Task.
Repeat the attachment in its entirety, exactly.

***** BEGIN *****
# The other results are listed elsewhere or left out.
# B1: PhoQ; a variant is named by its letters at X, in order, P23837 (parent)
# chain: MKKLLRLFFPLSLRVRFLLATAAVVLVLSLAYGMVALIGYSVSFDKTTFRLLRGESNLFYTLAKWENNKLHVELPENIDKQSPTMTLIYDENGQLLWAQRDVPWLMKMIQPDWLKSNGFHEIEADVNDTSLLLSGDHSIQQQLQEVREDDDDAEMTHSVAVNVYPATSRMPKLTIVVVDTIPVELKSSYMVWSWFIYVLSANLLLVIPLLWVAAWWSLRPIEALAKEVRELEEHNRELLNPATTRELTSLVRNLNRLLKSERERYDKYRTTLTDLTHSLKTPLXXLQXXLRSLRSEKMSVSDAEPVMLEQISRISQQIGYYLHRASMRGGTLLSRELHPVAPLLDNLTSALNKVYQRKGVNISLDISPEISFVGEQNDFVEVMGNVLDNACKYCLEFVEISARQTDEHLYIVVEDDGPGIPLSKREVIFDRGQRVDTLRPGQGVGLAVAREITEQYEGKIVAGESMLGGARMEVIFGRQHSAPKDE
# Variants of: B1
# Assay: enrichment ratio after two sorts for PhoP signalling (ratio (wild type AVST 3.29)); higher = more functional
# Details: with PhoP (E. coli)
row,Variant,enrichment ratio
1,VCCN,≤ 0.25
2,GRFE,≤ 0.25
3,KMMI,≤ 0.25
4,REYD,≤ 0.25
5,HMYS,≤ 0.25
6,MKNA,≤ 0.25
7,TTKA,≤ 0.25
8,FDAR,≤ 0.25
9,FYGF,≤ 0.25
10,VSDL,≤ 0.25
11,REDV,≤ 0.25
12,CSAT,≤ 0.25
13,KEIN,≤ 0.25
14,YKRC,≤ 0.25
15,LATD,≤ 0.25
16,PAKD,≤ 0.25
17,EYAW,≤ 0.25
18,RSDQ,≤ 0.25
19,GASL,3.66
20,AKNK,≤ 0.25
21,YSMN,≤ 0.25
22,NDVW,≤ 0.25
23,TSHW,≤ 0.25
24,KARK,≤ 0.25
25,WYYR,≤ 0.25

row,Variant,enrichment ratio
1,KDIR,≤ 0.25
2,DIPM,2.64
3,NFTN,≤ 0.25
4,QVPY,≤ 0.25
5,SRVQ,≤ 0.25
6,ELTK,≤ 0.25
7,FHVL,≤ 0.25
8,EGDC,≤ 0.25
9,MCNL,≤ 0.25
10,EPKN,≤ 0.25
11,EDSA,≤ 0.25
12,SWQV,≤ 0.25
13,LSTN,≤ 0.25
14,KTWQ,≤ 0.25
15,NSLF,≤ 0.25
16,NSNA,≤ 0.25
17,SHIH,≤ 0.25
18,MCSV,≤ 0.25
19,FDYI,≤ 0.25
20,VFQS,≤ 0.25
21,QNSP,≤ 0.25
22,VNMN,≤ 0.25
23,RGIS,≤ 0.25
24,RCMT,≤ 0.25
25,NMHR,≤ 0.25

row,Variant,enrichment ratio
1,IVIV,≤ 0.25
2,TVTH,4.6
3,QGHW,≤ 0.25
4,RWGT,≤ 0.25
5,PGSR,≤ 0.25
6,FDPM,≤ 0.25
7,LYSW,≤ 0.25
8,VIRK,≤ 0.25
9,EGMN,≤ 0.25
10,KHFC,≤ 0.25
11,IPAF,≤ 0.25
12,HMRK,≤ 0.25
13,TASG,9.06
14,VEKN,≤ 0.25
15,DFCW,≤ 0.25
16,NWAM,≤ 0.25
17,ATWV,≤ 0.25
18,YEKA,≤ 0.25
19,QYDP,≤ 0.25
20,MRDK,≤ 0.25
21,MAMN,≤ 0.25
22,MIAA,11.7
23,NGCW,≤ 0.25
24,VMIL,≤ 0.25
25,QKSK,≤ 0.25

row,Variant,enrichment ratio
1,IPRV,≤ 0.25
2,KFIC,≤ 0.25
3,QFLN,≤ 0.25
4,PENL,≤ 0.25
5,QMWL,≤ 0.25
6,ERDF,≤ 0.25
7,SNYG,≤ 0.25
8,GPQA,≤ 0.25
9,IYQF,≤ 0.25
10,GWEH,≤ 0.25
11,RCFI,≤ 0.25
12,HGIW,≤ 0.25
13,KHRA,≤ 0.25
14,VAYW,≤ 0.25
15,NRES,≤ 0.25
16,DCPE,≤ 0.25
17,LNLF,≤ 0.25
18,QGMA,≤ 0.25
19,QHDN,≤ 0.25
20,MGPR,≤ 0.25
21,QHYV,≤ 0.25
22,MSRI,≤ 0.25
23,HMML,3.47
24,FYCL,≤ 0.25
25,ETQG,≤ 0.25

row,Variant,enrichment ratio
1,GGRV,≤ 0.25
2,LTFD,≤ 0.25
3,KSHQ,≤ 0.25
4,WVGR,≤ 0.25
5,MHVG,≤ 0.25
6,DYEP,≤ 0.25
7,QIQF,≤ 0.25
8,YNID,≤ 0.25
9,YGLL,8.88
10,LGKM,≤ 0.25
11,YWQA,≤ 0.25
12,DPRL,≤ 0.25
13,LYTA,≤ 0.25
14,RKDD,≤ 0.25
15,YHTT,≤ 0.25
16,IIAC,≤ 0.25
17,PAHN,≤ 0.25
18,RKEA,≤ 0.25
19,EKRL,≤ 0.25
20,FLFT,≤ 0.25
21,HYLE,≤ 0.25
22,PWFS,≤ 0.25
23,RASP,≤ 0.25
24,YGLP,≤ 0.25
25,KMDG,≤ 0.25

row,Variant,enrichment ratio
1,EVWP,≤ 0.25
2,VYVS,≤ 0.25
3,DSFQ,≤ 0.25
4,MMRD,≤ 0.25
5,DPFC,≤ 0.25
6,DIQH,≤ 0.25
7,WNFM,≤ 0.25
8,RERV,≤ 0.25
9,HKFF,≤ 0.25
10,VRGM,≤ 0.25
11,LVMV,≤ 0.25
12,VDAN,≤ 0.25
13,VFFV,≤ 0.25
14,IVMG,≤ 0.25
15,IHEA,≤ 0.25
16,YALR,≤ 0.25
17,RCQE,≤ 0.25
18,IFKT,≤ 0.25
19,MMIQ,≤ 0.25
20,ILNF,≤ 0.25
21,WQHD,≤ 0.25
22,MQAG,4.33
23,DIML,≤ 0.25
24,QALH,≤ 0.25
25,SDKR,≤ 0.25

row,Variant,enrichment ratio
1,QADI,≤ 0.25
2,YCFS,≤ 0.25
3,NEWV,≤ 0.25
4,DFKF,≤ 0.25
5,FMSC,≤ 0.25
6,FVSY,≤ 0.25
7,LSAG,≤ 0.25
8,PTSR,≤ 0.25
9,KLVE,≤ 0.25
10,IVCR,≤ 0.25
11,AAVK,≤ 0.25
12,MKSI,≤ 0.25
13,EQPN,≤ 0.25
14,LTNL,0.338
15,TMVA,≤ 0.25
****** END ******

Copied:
# The other results are listed elsewhere or left out.
# B1: PhoQ; a variant is named by its letters at X, in order, P23837 (parent)
# chain: MKKLLRLFFPLSLRVRFLLATAAVVLVLSLAYGMVALIGYSVSFDKTTFRLLRGESNLFYTLAKWENNKLHVELPENIDKQSPTMTLIYDENGQLLWAQRDVPWLMKMIQPDWLKSNGFHEIEADVNDTSLLLSGDHSIQQQLQEVREDDDDAEMTHSVAVNVYPATSRMPKLTIVVVDTIPVELKSSYMVWSWFIYVLSANLLLVIPLLWVAAWWSLRPIEALAKEVRELEEHNRELLNPATTRELTSLVRNLNRLLKSERERYDKYRTTLTDLTHSLKTPLXXLQXXLRSLRSEKMSVSDAEPVMLEQISRISQQIGYYLHRASMRGGTLLSRELHPVAPLLDNLTSALNKVYQRKGVNISLDISPEISFVGEQNDFVEVMGNVLDNACKYCLEFVEISARQTDEHLYIVVEDDGPGIPLSKREVIFDRGQRVDTLRPGQGVGLAVAREITEQYEGKIVAGESMLGGARMEVIFGRQHSAPKDE
# Variants of: B1
# Assay: enrichment ratio after two sorts for PhoP signalling (ratio (wild type AVST 3.29)); higher = more functional
# Details: with PhoP (E. coli)
row,Variant,enrichment ratio
1,VCCN,≤ 0.25
2,GRFE,≤ 0.25
3,KMMI,≤ 0.25
4,REYD,≤ 0.25
5,HMYS,≤ 0.25
6,MKNA,≤ 0.25
7,TTKA,≤ 0.25
8,FDAR,≤ 0.25
9,FYGF,≤ 0.25
10,VSDL,≤ 0.25
11,REDV,≤ 0.25
12,CSAT,≤ 0.25
13,KEIN,≤ 0.25
14,YKRC,≤ 0.25
15,LATD,≤ 0.25
16,PAKD,≤ 0.25
17,EYAW,≤ 0.25
18,RSDQ,≤ 0.25
19,GASL,3.66
20,AKNK,≤ 0.25
21,YSMN,≤ 0.25
22,NDVW,≤ 0.25
23,TSHW,≤ 0.25
24,KARK,≤ 0.25
25,WYYR,≤ 0.25

row,Variant,enrichment ratio
1,KDIR,≤ 0.25
2,DIPM,2.64
3,NFTN,≤ 0.25
4,QVPY,≤ 0.25
5,SRVQ,≤ 0.25
6,ELTK,≤ 0.25
7,FHVL,≤ 0.25
8,EGDC,≤ 0.25
9,MCNL,≤ 0.25
10,EPKN,≤ 0.25
11,EDSA,≤ 0.25
12,SWQV,≤ 0.25
13,LSTN,≤ 0.25
14,KTWQ,≤ 0.25
15,NSLF,≤ 0.25
16,NSNA,≤ 0.25
17,SHIH,≤ 0.25
18,MCSV,≤ 0.25
19,FDYI,≤ 0.25
20,VFQS,≤ 0.25
21,QNSP,≤ 0.25
22,VNMN,≤ 0.25
23,RGIS,≤ 0.25
24,RCMT,≤ 0.25
25,NMHR,≤ 0.25

row,Variant,enrichment ratio
1,IVIV,≤ 0.25
2,TVTH,4.6
3,QGHW,≤ 0.25
4,RWGT,≤ 0.25
5,PGSR,≤ 0.25
6,FDPM,≤ 0.25
7,LYSW,≤ 0.25
8,VIRK,≤ 0.25
9,EGMN,≤ 0.25
10,KHFC,≤ 0.25
11,IPAF,≤ 0.25
12,HMRK,≤ 0.25
13,TASG,9.06
14,VEKN,≤ 0.25
15,DFCW,≤ 0.25
16,NWAM,≤ 0.25
17,ATWV,≤ 0.25
18,YEKA,≤ 0.25
19,QYDP,≤ 0.25
20,MRDK,≤ 0.25
21,MAMN,≤ 0.25
22,MIAA,11.7
23,NGCW,≤ 0.25
24,VMIL,≤ 0.25
25,QKSK,≤ 0.25

row,Variant,enrichment ratio
1,IPRV,≤ 0.25
2,KFIC,≤ 0.25
3,QFLN,≤ 0.25
4,PENL,≤ 0.25
5,QMWL,≤ 0.25
6,ERDF,≤ 0.25
7,SNYG,≤ 0.25
8,GPQA,≤ 0.25
9,IYQF,≤ 0.25
10,GWEH,≤ 0.25
11,RCFI,≤ 0.25
12,HGIW,≤ 0.25
13,KHRA,≤ 0.25
14,VAYW,≤ 0.25
15,NRES,≤ 0.25
16,DCPE,≤ 0.25
17,LNLF,≤ 0.25
18,QGMA,≤ 0.25
19,QHDN,≤ 0.25
20,MGPR,≤ 0.25
21,QHYV,≤ 0.25
22,MSRI,≤ 0.25
23,HMML,3.47
24,FYCL,≤ 0.25
25,ETQG,≤ 0.25

row,Variant,enrichment ratio
1,GGRV,≤ 0.25
2,LTFD,≤ 0.25
3,KSHQ,≤ 0.25
4,WVGR,≤ 0.25
5,MHVG,≤ 0.25
6,DYEP,≤ 0.25
7,QIQF,≤ 0.25
8,YNID,≤ 0.25
9,YGLL,8.88
10,LGKM,≤ 0.25
11,YWQA,≤ 0.25
12,DPRL,≤ 0.25
13,LYTA,≤ 0.25
14,RKDD,≤ 0.25
15,YHTT,≤ 0.25
16,IIAC,≤ 0.25
17,PAHN,≤ 0.25
18,RKEA,≤ 0.25
19,EKRL,≤ 0.25
20,FLFT,≤ 0.25
21,HYLE,≤ 0.25
22,PWFS,≤ 0.25
23,RASP,≤ 0.25
24,YGLP,≤ 0.25
25,KMDG,≤ 0.25

row,Variant,enrichment ratio
1,EVWP,≤ 0.25
2,VYVS,≤ 0.25
3,DSFQ,≤ 0.25
4,MMRD,≤ 0.25
5,DPFC,≤ 0.25
6,DIQH,≤ 0.25
7,WNFM,≤ 0.25
8,RERV,≤ 0.25
9,HKFF,≤ 0.25
10,VRGM,≤ 0.25
11,LVMV,≤ 0.25
12,VDAN,≤ 0.25
13,VFFV,≤ 0.25
14,IVMG,≤ 0.25
15,IHEA,≤ 0.25
16,YALR,≤ 0.25
17,RCQE,≤ 0.25
18,IFKT,≤ 0.25
19,MMIQ,≤ 0.25
20,ILNF,≤ 0.25
21,WQHD,≤ 0.25
22,MQAG,4.33
23,DIML,≤ 0.25
24,QALH,≤ 0.25
25,SDKR,≤ 0.25

row,Variant,enrichment ratio
1,QADI,≤ 0.25
2,YCFS,≤ 0.25
3,NEWV,≤ 0.25
4,DFKF,≤ 0.25
5,FMSC,≤ 0.25
6,FVSY,≤ 0.25
7,LSAG,≤ 0.25
8,PTSR,≤ 0.25
9,KLVE,≤ 0.25
10,IVCR,≤ 0.25
11,AAVK,≤ 0.25
12,MKSI,≤ 0.25
13,EQPN,≤ 0.25
14,LTNL,0.338
15,TMVA,≤ 0.25